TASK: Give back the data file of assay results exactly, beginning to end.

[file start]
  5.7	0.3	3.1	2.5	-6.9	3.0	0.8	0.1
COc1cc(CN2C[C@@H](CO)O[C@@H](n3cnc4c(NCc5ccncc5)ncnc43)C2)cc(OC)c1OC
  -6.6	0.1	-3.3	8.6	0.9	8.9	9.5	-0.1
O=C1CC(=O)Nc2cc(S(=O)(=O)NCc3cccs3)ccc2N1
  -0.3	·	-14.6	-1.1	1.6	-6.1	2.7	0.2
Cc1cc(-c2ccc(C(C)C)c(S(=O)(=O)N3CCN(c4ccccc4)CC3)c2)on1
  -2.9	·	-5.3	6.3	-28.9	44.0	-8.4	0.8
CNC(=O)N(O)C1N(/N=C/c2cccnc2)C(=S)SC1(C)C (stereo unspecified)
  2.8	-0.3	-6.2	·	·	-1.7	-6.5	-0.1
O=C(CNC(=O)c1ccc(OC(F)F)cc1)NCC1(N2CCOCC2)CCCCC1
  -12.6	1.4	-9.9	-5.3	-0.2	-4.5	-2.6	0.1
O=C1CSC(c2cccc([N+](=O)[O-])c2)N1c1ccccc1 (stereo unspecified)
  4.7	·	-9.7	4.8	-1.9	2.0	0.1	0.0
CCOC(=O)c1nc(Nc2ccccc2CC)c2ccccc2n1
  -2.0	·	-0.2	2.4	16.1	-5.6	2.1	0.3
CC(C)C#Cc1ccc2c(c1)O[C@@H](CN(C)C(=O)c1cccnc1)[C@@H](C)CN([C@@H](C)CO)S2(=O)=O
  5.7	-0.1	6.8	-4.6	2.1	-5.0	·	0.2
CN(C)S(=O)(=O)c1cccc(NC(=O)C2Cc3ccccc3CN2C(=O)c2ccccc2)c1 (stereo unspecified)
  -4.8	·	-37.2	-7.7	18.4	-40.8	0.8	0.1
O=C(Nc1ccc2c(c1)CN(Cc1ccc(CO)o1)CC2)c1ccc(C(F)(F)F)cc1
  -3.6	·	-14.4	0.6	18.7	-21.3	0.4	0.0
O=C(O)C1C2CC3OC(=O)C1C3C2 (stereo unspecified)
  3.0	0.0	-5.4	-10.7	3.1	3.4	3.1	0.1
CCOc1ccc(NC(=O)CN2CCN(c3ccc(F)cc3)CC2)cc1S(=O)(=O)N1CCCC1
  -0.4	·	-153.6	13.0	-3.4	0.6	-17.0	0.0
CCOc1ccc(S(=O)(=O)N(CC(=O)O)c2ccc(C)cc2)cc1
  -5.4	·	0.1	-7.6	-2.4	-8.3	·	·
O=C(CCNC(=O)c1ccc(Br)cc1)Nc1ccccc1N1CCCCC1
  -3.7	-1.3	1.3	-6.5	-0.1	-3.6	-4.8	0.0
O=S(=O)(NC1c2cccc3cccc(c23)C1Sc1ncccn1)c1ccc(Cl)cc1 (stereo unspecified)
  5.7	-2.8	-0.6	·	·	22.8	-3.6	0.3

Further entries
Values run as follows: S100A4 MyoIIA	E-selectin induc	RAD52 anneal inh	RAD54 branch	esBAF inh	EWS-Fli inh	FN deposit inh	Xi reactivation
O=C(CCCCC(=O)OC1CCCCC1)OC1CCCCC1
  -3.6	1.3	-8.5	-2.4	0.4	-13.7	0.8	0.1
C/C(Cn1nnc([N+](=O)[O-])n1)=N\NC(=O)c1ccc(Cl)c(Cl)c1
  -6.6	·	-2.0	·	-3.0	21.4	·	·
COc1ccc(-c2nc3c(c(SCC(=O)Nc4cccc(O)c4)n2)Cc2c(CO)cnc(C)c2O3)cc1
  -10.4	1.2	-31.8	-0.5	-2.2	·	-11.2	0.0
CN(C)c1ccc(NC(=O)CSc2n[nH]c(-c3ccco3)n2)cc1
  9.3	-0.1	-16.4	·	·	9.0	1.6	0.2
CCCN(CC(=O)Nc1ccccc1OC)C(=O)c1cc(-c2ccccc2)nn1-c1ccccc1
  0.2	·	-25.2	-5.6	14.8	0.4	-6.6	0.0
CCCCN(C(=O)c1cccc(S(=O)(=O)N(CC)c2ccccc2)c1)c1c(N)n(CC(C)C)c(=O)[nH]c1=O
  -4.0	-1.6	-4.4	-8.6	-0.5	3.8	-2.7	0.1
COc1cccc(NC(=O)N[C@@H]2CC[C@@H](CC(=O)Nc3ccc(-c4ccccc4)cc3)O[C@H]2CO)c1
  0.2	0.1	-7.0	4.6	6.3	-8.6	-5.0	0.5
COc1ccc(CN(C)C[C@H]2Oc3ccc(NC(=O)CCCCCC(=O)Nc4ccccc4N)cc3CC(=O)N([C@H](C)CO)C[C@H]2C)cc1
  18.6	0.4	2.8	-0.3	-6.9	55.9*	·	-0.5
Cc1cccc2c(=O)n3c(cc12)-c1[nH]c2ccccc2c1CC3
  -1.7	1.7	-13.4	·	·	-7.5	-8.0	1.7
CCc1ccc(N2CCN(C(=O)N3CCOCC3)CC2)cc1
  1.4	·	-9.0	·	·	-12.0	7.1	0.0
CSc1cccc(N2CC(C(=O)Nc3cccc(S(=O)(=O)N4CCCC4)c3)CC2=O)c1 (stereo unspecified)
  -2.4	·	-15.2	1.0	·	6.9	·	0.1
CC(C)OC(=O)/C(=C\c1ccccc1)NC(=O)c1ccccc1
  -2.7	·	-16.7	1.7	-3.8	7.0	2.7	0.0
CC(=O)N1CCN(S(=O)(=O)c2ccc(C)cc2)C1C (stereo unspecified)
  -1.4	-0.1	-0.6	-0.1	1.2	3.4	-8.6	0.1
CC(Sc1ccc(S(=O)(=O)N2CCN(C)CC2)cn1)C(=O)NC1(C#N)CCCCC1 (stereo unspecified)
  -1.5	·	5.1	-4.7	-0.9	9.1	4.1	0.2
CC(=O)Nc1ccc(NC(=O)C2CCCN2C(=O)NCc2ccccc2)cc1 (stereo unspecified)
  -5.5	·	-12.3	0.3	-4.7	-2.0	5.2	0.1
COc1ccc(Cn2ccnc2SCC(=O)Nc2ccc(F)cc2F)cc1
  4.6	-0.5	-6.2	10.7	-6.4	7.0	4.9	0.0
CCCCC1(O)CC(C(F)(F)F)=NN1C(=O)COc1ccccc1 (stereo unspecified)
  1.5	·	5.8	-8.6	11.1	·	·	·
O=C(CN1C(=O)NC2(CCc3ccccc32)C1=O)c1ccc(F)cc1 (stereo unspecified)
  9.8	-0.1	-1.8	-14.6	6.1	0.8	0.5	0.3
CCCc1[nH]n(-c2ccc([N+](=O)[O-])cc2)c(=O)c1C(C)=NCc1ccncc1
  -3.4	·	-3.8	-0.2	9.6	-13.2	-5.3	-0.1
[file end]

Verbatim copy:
  5.7	0.3	3.1	2.5	-6.9	3.0	0.8	0.1
COc1cc(CN2C[C@@H](CO)O[C@@H](n3cnc4c(NCc5ccncc5)ncnc43)C2)cc(OC)c1OC
  -6.6	0.1	-3.3	8.6	0.9	8.9	9.5	-0.1
O=C1CC(=O)Nc2cc(S(=O)(=O)NCc3cccs3)ccc2N1
  -0.3	·	-14.6	-1.1	1.6	-6.1	2.7	0.2
Cc1cc(-c2ccc(C(C)C)c(S(=O)(=O)N3CCN(c4ccccc4)CC3)c2)on1
  -2.9	·	-5.3	6.3	-28.9	44.0	-8.4	0.8
CNC(=O)N(O)C1N(/N=C/c2cccnc2)C(=S)SC1(C)C (stereo unspecified)
  2.8	-0.3	-6.2	·	·	-1.7	-6.5	-0.1
O=C(CNC(=O)c1ccc(OC(F)F)cc1)NCC1(N2CCOCC2)CCCCC1
  -12.6	1.4	-9.9	-5.3	-0.2	-4.5	-2.6	0.1
O=C1CSC(c2cccc([N+](=O)[O-])c2)N1c1ccccc1 (stereo unspecified)
  4.7	·	-9.7	4.8	-1.9	2.0	0.1	0.0
CCOC(=O)c1nc(Nc2ccccc2CC)c2ccccc2n1
  -2.0	·	-0.2	2.4	16.1	-5.6	2.1	0.3
CC(C)C#Cc1ccc2c(c1)O[C@@H](CN(C)C(=O)c1cccnc1)[C@@H](C)CN([C@@H](C)CO)S2(=O)=O
  5.7	-0.1	6.8	-4.6	2.1	-5.0	·	0.2
CN(C)S(=O)(=O)c1cccc(NC(=O)C2Cc3ccccc3CN2C(=O)c2ccccc2)c1 (stereo unspecified)
  -4.8	·	-37.2	-7.7	18.4	-40.8	0.8	0.1
O=C(Nc1ccc2c(c1)CN(Cc1ccc(CO)o1)CC2)c1ccc(C(F)(F)F)cc1
  -3.6	·	-14.4	0.6	18.7	-21.3	0.4	0.0
O=C(O)C1C2CC3OC(=O)C1C3C2 (stereo unspecified)
  3.0	0.0	-5.4	-10.7	3.1	3.4	3.1	0.1
CCOc1ccc(NC(=O)CN2CCN(c3ccc(F)cc3)CC2)cc1S(=O)(=O)N1CCCC1
  -0.4	·	-153.6	13.0	-3.4	0.6	-17.0	0.0
CCOc1ccc(S(=O)(=O)N(CC(=O)O)c2ccc(C)cc2)cc1
  -5.4	·	0.1	-7.6	-2.4	-8.3	·	·
O=C(CCNC(=O)c1ccc(Br)cc1)Nc1ccccc1N1CCCCC1
  -3.7	-1.3	1.3	-6.5	-0.1	-3.6	-4.8	0.0
O=S(=O)(NC1c2cccc3cccc(c23)C1Sc1ncccn1)c1ccc(Cl)cc1 (stereo unspecified)
  5.7	-2.8	-0.6	·	·	22.8	-3.6	0.3

Further entries
Values run as follows: S100A4 MyoIIA	E-selectin induc	RAD52 anneal inh	RAD54 branch	esBAF inh	EWS-Fli inh	FN deposit inh	Xi reactivation
O=C(CCCCC(=O)OC1CCCCC1)OC1CCCCC1
  -3.6	1.3	-8.5	-2.4	0.4	-13.7	0.8	0.1
C/C(Cn1nnc([N+](=O)[O-])n1)=N\NC(=O)c1ccc(Cl)c(Cl)c1
  -6.6	·	-2.0	·	-3.0	21.4	·	·
COc1ccc(-c2nc3c(c(SCC(=O)Nc4cccc(O)c4)n2)Cc2c(CO)cnc(C)c2O3)cc1
  -10.4	1.2	-31.8	-0.5	-2.2	·	-11.2	0.0
CN(C)c1ccc(NC(=O)CSc2n[nH]c(-c3ccco3)n2)cc1
  9.3	-0.1	-16.4	·	·	9.0	1.6	0.2
CCCN(CC(=O)Nc1ccccc1OC)C(=O)c1cc(-c2ccccc2)nn1-c1ccccc1
  0.2	·	-25.2	-5.6	14.8	0.4	-6.6	0.0
CCCCN(C(=O)c1cccc(S(=O)(=O)N(CC)c2ccccc2)c1)c1c(N)n(CC(C)C)c(=O)[nH]c1=O
  -4.0	-1.6	-4.4	-8.6	-0.5	3.8	-2.7	0.1
COc1cccc(NC(=O)N[C@@H]2CC[C@@H](CC(=O)Nc3ccc(-c4ccccc4)cc3)O[C@H]2CO)c1
  0.2	0.1	-7.0	4.6	6.3	-8.6	-5.0	0.5
COc1ccc(CN(C)C[C@H]2Oc3ccc(NC(=O)CCCCCC(=O)Nc4ccccc4N)cc3CC(=O)N([C@H](C)CO)C[C@H]2C)cc1
  18.6	0.4	2.8	-0.3	-6.9	55.9*	·	-0.5
Cc1cccc2c(=O)n3c(cc12)-c1[nH]c2ccccc2c1CC3
  -1.7	1.7	-13.4	·	·	-7.5	-8.0	1.7
CCc1ccc(N2CCN(C(=O)N3CCOCC3)CC2)cc1
  1.4	·	-9.0	·	·	-12.0	7.1	0.0
CSc1cccc(N2CC(C(=O)Nc3cccc(S(=O)(=O)N4CCCC4)c3)CC2=O)c1 (stereo unspecified)
  -2.4	·	-15.2	1.0	·	6.9	·	0.1
CC(C)OC(=O)/C(=C\c1ccccc1)NC(=O)c1ccccc1
  -2.7	·	-16.7	1.7	-3.8	7.0	2.7	0.0
CC(=O)N1CCN(S(=O)(=O)c2ccc(C)cc2)C1C (stereo unspecified)
  -1.4	-0.1	-0.6	-0.1	1.2	3.4	-8.6	0.1
CC(Sc1ccc(S(=O)(=O)N2CCN(C)CC2)cn1)C(=O)NC1(C#N)CCCCC1 (stereo unspecified)
  -1.5	·	5.1	-4.7	-0.9	9.1	4.1	0.2
CC(=O)Nc1ccc(NC(=O)C2CCCN2C(=O)NCc2ccccc2)cc1 (stereo unspecified)
  -5.5	·	-12.3	0.3	-4.7	-2.0	5.2	0.1
COc1ccc(Cn2ccnc2SCC(=O)Nc2ccc(F)cc2F)cc1
  4.6	-0.5	-6.2	10.7	-6.4	7.0	4.9	0.0
CCCCC1(O)CC(C(F)(F)F)=NN1C(=O)COc1ccccc1 (stereo unspecified)
  1.5	·	5.8	-8.6	11.1	·	·	·
O=C(CN1C(=O)NC2(CCc3ccccc32)C1=O)c1ccc(F)cc1 (stereo unspecified)
  9.8	-0.1	-1.8	-14.6	6.1	0.8	0.5	0.3
CCCc1[nH]n(-c2ccc([N+](=O)[O-])cc2)c(=O)c1C(C)=NCc1ccncc1
  -3.4	·	-3.8	-0.2	9.6	-13.2	-5.3	-0.1